Moritz begins to leave Ilse, but she asks him to come to the house to drink warm goat's milk. She starts to tease him as if he were still a little boy, but Moritz insists he must go home to do some work. As he leaves, Ilse calls out another memory of their past before going inside. Moritz declares aloud that he could probably have had her at a word. But he wasn't in the mood, he insists - though it was a pity to miss the chance. He starts thinking about what he'll say after he's dead, and decides that he'll say he had a mirror over his bed, and that he made a girl walk across the carpet dressed up in different clothes, just like Heinrich did to Ilse. He also decides that he'll say he killed her. Moritz begins to scream about Ilse, about how he wishes he was her, how she is a "child of fortune, child of sunshine." He calms down for a moment, and begins to wonder how he's gotten to the place where he now finds himself. He notices how tall the reeds are, and takes out Melchior's mother's letter and burns it. He notices that the sun has gone down, and decides that he won't go home again.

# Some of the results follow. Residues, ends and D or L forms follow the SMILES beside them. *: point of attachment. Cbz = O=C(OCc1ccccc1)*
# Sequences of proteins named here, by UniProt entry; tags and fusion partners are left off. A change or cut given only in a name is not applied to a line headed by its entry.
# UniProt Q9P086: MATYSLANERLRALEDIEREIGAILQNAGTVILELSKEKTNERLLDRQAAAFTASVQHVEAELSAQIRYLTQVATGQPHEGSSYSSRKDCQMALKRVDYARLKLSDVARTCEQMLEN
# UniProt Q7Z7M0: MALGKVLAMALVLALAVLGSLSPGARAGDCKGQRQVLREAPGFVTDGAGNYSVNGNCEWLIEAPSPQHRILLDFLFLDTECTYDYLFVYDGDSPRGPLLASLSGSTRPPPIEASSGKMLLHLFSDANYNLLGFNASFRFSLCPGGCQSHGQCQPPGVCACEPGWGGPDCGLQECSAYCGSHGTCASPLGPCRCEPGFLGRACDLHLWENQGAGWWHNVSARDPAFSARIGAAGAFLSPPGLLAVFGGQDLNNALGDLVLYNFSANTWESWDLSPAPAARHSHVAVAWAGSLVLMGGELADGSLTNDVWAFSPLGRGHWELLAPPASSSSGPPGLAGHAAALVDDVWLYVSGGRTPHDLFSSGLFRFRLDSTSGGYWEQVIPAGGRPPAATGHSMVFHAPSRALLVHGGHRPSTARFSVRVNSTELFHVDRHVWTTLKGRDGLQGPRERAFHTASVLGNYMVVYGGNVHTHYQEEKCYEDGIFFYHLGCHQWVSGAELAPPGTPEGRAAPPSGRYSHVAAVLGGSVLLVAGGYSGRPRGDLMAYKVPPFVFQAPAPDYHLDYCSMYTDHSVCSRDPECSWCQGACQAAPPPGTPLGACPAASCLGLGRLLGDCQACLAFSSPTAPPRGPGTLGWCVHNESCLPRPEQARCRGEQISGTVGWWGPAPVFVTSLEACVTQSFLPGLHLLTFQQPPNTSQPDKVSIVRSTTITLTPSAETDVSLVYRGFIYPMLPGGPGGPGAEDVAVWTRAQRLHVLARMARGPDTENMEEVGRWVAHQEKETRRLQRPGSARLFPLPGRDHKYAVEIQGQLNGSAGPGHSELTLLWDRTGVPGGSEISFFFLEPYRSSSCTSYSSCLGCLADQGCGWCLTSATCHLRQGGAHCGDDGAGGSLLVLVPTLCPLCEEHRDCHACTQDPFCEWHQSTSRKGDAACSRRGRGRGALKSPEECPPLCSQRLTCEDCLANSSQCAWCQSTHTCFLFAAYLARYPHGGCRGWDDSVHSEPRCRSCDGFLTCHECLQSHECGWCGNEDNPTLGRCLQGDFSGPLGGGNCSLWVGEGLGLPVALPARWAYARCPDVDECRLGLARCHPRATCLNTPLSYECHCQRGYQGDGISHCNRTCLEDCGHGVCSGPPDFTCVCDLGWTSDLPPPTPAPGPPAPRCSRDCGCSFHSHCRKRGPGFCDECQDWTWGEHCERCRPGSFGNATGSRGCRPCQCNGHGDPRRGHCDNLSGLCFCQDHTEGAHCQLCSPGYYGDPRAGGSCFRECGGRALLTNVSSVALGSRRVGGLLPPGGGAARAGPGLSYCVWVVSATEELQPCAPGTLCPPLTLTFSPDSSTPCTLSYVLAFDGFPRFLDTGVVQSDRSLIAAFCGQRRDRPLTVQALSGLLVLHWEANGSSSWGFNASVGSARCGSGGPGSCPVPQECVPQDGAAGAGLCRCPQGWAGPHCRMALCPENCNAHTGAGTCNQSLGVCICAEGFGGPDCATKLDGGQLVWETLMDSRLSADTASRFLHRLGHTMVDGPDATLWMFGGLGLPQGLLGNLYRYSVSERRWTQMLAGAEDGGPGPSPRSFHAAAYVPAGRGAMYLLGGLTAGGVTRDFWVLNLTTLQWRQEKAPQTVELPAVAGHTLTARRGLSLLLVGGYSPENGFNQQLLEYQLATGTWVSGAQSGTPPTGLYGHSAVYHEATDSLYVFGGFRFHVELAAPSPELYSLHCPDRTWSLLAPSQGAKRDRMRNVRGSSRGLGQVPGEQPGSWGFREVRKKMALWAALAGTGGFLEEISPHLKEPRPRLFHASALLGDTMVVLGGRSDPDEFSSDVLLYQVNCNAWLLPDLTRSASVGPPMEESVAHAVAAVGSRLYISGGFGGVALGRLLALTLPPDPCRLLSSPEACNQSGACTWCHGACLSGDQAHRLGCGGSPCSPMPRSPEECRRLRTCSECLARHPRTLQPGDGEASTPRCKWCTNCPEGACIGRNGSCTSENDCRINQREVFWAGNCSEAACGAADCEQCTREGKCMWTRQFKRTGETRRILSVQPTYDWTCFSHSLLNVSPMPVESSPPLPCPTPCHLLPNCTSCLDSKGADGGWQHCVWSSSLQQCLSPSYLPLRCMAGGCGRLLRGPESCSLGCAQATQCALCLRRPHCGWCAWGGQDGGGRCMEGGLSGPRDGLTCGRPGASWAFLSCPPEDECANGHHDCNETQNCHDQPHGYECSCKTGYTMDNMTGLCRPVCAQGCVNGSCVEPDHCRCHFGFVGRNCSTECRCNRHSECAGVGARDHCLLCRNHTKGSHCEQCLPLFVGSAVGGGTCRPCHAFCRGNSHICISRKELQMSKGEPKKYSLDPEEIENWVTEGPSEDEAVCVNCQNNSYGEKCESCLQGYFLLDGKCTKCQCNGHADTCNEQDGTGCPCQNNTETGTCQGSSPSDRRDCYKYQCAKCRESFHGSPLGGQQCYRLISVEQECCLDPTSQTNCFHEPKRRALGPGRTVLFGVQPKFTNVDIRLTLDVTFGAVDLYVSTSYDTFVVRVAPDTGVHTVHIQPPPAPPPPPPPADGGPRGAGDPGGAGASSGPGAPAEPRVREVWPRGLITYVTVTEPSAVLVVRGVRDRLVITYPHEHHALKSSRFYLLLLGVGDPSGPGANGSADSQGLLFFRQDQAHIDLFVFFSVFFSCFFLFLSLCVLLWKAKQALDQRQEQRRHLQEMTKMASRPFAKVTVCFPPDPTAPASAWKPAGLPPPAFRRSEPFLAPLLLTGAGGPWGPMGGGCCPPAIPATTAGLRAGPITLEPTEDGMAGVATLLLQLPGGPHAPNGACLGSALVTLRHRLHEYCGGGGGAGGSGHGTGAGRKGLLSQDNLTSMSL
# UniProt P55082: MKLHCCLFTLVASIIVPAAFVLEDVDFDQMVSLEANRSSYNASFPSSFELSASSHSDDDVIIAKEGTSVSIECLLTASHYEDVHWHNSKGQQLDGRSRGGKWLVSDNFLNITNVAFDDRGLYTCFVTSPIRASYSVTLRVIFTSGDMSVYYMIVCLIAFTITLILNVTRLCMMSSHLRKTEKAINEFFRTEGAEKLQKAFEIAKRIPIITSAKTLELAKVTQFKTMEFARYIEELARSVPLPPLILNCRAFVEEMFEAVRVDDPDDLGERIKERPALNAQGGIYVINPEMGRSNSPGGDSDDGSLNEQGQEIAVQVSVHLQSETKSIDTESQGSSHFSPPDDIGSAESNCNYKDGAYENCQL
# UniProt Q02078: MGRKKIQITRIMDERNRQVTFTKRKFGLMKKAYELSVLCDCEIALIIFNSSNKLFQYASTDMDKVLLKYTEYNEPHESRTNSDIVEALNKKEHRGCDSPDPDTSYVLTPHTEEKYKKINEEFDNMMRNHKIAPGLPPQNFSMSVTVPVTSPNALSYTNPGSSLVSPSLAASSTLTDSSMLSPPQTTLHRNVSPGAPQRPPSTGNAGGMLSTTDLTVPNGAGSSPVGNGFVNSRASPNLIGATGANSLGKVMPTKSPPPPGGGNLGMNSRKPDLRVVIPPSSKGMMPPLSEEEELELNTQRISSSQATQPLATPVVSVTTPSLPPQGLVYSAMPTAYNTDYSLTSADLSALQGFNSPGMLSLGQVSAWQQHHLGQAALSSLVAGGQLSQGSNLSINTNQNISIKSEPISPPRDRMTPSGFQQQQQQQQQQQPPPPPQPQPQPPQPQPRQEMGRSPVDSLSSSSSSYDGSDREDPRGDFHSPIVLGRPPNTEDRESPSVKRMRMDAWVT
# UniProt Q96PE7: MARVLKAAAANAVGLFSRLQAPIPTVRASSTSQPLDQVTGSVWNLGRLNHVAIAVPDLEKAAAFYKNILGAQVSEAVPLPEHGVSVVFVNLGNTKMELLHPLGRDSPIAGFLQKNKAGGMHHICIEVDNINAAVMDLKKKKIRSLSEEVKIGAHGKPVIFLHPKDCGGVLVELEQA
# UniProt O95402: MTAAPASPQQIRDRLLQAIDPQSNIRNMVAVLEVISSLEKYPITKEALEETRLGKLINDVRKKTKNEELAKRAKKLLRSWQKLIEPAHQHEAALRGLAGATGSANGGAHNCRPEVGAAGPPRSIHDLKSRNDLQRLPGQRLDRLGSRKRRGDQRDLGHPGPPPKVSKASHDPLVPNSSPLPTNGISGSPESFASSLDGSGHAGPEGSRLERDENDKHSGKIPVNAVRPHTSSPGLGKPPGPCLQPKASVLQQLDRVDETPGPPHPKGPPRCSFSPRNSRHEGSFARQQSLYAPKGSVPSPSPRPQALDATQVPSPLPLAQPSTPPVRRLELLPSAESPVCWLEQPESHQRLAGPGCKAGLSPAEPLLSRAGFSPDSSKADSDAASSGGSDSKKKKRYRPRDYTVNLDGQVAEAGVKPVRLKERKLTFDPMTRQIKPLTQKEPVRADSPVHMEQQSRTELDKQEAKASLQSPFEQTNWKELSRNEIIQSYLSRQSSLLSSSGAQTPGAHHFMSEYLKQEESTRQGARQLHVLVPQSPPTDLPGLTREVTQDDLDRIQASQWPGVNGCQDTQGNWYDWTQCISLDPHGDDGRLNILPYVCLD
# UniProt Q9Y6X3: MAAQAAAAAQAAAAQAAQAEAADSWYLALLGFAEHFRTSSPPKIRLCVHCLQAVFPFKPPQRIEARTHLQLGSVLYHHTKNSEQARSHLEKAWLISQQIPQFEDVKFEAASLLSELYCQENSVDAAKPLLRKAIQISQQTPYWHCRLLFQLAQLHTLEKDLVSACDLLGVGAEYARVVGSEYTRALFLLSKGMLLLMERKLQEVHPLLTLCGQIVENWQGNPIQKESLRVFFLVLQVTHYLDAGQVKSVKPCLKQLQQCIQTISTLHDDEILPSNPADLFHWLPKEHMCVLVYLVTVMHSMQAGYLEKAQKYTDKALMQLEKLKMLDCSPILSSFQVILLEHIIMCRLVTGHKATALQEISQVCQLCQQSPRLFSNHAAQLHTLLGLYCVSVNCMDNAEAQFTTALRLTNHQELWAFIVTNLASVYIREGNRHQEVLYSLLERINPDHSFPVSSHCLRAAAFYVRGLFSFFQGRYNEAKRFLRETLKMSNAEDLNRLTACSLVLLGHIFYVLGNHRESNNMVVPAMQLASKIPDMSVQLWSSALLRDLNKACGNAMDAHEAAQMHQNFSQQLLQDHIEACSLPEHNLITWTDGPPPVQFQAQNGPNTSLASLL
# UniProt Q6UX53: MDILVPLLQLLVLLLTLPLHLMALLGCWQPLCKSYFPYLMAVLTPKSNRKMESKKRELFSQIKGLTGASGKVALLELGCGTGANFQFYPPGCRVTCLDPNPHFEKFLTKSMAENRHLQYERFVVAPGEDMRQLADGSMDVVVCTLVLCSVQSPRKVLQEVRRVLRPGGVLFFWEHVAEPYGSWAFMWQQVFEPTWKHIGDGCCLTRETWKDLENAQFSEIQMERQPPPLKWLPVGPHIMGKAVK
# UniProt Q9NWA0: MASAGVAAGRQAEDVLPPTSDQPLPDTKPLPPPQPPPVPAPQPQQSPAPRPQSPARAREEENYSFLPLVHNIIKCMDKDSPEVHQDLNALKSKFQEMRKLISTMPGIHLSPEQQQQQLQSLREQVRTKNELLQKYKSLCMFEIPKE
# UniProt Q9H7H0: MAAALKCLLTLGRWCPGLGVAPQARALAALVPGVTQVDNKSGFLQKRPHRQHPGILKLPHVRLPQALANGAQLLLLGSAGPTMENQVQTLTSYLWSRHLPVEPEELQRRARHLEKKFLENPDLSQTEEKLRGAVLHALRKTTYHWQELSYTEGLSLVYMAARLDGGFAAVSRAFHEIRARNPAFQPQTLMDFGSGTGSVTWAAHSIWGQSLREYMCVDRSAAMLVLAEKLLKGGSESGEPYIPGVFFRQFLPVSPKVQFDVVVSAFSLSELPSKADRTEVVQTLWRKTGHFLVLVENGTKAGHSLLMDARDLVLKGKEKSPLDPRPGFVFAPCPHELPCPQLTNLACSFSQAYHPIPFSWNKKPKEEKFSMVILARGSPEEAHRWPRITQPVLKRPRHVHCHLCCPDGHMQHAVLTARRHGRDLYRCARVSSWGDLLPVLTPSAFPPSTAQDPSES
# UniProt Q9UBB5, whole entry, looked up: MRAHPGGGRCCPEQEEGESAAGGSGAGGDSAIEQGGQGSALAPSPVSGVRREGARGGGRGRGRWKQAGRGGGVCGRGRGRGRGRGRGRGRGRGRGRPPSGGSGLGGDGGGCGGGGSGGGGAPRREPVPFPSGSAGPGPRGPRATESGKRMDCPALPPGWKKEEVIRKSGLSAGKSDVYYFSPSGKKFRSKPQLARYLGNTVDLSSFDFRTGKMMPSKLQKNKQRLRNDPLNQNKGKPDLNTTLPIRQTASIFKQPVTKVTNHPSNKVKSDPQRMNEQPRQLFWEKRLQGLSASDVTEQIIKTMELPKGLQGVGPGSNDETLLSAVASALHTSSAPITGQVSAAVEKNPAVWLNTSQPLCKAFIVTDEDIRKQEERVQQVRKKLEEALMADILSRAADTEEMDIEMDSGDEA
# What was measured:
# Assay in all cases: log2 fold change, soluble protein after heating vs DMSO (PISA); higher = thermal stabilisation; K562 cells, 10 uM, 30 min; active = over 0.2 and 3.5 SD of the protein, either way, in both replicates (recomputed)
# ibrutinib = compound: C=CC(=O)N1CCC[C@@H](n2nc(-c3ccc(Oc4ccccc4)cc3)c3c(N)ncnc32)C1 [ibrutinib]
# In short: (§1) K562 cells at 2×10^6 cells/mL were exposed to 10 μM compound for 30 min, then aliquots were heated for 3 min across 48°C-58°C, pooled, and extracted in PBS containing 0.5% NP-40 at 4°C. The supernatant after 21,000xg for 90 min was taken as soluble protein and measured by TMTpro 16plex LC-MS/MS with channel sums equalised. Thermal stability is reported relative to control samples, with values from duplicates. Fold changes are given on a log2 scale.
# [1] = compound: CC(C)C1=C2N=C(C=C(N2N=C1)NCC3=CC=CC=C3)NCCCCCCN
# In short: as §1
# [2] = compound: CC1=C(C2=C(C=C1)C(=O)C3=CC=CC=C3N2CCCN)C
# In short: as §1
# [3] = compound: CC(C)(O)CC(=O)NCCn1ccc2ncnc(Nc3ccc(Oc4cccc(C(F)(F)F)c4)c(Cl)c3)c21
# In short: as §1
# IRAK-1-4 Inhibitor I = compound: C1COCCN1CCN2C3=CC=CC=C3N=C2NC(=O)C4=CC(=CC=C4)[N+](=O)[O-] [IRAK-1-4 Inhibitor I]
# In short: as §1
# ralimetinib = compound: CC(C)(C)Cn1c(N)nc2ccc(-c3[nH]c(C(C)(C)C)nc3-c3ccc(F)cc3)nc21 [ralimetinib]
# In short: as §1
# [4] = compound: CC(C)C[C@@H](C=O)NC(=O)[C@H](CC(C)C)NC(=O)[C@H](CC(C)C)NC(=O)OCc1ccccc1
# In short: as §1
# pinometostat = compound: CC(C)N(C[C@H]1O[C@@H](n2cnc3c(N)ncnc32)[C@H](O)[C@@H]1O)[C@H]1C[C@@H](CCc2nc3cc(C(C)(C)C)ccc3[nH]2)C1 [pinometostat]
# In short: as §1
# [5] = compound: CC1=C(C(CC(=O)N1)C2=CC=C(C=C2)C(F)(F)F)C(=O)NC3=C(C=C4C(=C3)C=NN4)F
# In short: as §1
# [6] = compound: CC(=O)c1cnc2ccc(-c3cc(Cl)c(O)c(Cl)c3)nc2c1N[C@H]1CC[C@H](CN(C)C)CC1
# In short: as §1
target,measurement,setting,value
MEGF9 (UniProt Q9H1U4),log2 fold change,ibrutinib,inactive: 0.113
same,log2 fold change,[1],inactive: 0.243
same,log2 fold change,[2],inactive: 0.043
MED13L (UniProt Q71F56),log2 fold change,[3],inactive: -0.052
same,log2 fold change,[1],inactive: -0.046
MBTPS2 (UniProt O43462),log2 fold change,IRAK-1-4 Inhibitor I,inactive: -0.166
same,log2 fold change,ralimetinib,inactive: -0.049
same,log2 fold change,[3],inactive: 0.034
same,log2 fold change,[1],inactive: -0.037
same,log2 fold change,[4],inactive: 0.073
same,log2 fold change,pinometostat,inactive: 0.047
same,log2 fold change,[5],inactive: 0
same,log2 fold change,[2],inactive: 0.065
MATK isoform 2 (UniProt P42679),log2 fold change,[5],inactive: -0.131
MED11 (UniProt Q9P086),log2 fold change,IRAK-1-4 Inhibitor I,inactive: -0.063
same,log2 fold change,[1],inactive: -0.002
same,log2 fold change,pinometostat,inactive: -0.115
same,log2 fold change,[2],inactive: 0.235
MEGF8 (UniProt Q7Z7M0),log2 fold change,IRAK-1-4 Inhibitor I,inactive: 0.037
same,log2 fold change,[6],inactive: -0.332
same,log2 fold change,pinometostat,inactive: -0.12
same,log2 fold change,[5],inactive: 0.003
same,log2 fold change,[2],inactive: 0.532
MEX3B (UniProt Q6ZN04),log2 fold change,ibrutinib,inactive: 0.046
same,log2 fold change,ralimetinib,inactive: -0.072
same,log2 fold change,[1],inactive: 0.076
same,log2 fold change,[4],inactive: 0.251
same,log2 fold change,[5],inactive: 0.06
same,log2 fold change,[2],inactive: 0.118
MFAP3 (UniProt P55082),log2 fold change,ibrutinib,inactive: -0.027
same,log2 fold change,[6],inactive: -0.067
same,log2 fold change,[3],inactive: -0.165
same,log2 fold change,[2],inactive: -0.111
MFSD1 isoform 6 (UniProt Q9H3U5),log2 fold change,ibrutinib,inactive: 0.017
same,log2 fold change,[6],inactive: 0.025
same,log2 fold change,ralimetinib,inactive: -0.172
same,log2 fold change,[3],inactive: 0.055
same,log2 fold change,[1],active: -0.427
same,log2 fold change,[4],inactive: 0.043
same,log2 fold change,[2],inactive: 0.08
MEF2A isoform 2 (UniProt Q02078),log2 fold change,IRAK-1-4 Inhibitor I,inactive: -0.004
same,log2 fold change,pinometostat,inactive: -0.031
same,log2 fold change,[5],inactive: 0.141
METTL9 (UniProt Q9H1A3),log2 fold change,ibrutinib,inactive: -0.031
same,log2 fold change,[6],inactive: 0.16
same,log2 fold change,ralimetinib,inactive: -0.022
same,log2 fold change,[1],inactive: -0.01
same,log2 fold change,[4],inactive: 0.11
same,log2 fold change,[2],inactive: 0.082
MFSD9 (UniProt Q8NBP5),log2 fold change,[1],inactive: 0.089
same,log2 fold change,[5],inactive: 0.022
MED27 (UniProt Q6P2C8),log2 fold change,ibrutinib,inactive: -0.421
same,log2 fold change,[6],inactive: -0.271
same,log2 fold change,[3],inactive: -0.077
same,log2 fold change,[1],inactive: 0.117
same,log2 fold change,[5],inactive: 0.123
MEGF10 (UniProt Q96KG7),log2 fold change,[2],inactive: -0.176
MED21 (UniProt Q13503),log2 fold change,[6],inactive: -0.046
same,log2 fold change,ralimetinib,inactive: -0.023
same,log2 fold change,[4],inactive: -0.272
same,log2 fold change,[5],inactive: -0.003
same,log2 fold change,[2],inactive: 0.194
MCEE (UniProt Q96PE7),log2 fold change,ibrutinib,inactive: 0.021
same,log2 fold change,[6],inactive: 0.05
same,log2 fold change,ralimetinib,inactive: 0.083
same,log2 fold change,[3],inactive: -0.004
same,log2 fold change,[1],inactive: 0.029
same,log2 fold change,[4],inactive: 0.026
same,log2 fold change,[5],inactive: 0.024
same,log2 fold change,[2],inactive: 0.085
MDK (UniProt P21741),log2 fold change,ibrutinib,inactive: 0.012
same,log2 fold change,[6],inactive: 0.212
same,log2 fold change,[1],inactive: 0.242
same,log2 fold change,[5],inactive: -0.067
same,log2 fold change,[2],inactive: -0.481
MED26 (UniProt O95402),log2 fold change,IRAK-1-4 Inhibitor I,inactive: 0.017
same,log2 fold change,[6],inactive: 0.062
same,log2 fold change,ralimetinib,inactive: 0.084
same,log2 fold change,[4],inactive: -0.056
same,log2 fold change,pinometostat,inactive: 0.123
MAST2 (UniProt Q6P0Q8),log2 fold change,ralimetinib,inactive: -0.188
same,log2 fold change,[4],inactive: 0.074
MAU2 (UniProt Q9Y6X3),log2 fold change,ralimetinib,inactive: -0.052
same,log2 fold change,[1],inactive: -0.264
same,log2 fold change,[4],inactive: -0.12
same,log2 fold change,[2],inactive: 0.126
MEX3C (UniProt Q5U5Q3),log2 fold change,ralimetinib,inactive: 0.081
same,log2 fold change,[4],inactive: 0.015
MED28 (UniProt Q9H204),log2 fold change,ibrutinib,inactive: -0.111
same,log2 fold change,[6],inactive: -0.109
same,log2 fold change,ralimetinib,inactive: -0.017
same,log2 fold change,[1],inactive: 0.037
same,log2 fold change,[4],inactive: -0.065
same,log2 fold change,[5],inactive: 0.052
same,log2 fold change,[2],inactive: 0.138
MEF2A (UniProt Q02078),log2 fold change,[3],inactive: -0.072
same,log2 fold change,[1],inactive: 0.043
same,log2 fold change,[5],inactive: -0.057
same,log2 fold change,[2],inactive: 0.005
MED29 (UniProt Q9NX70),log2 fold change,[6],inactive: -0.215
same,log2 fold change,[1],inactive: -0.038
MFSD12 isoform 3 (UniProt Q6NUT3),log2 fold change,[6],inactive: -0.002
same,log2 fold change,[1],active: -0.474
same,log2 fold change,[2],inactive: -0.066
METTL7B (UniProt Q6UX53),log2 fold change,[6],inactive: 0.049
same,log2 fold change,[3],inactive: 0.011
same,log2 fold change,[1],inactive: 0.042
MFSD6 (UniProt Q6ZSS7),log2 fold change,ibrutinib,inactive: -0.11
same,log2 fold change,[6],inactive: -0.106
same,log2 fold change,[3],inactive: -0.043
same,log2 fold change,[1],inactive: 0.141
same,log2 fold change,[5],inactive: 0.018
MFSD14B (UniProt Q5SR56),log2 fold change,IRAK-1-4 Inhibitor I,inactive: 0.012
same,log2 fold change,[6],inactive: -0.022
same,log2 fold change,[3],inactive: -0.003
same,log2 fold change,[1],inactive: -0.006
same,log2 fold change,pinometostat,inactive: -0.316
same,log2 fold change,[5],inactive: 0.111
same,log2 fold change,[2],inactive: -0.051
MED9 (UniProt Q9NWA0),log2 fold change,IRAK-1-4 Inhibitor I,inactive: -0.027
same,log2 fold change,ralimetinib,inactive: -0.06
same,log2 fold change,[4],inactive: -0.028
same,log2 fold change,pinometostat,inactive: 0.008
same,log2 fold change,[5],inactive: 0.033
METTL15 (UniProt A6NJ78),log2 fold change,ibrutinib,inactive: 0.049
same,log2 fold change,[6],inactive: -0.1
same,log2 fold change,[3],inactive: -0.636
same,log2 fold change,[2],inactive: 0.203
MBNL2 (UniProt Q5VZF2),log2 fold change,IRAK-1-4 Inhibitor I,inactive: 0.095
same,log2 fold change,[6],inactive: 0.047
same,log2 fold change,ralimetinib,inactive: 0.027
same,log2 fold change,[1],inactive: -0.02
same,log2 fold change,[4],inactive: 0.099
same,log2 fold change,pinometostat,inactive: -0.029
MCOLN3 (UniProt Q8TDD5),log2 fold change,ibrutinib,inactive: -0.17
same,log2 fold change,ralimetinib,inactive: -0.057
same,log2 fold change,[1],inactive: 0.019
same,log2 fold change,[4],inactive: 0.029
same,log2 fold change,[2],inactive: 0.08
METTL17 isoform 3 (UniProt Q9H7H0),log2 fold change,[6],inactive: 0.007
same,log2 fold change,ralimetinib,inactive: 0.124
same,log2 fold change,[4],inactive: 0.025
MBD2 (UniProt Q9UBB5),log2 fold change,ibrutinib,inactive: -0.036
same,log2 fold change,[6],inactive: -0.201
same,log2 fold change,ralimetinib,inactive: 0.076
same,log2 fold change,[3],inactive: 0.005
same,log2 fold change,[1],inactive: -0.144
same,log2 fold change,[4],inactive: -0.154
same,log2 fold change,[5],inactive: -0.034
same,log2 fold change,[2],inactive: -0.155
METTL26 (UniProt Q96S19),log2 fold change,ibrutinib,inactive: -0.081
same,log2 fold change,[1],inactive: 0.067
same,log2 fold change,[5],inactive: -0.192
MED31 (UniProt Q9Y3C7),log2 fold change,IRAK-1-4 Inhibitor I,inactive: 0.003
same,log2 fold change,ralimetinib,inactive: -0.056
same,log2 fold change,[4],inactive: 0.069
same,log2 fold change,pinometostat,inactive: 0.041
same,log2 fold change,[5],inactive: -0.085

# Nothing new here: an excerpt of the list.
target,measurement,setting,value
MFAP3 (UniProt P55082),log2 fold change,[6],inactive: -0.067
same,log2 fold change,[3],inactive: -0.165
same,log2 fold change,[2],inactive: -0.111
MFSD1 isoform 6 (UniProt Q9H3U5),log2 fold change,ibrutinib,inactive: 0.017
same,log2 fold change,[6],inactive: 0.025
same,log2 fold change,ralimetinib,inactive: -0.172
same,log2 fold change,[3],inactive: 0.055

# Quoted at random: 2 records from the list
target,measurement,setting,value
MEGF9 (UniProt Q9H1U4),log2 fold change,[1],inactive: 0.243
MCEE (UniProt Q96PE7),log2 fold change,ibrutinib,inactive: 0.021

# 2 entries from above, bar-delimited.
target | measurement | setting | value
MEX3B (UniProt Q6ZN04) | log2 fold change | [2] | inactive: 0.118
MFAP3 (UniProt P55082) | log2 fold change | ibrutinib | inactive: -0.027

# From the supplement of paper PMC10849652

As Moritz talks himself into suicide, his speech communicates several things to his audience. First of all, it is immediately clear that when he spoke of suicide to his friends and Mrs. Gabor, he was not showing off or attempting blackmail. There is no sense that Moritz feels that he must go through with his plan simply because he has mentioned suicide. Wedekind seems to have a very modern understanding of the idea of suicide, recognizing that speaking of suicide is quite often a serious warning sign, and that it never helps to take it as a joke or a sign of weakness.